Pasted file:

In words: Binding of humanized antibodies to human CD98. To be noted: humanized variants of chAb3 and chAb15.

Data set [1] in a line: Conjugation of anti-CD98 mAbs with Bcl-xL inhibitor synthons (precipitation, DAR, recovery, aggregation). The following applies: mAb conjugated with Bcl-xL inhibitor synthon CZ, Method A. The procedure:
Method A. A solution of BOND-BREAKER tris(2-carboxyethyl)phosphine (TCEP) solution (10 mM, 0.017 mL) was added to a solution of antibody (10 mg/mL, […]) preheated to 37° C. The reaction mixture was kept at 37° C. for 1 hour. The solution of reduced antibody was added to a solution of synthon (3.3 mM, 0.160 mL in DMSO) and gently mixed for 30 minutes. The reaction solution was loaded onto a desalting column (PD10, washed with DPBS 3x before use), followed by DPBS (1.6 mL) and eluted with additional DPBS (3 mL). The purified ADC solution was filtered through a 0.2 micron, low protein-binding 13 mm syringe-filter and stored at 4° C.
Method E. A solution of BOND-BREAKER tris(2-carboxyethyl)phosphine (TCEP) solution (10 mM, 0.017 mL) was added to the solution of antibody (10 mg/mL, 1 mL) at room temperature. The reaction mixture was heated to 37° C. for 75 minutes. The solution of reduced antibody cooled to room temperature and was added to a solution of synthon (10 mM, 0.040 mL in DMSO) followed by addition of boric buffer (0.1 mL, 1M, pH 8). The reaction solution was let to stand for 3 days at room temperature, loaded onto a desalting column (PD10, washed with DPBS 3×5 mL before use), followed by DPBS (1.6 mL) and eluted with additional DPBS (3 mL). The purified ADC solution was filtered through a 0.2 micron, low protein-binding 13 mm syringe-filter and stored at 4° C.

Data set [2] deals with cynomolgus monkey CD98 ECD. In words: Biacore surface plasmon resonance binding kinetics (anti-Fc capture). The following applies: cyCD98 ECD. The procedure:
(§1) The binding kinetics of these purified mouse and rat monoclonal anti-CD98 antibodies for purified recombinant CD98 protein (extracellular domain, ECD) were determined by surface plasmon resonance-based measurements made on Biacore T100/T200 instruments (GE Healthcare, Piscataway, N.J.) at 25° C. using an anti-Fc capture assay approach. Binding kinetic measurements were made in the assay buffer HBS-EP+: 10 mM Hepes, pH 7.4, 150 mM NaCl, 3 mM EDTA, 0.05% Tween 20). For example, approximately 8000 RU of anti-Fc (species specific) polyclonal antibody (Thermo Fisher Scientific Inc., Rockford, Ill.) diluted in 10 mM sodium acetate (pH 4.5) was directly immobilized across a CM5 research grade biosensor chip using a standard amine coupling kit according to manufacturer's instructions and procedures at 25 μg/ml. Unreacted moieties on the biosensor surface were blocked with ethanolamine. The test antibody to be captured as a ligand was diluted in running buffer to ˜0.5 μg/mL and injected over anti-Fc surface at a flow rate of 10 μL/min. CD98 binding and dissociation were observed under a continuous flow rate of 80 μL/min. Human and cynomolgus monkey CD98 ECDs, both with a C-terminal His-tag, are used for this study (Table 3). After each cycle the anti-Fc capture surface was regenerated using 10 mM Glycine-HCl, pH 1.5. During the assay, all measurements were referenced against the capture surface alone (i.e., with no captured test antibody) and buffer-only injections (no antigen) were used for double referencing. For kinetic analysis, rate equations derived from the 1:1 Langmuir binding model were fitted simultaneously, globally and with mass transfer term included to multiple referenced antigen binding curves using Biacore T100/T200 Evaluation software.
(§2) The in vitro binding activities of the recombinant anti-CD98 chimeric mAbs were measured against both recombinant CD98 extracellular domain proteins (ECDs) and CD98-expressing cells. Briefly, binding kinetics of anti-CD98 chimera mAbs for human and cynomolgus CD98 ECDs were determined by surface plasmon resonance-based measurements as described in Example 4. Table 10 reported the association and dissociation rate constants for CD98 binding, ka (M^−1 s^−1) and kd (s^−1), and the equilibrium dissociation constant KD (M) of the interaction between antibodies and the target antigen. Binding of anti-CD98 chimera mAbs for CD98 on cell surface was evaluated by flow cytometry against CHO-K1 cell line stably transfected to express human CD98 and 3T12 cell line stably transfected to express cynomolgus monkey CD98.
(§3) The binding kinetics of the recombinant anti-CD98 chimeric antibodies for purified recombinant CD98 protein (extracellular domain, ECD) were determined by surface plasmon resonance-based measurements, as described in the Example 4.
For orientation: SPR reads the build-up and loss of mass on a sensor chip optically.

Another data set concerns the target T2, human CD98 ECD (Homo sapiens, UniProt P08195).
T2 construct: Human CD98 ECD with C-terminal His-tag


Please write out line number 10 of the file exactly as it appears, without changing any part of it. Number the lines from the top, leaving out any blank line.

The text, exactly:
Another data set concerns the target T2, human CD98 ECD (Homo sapiens, UniProt P08195).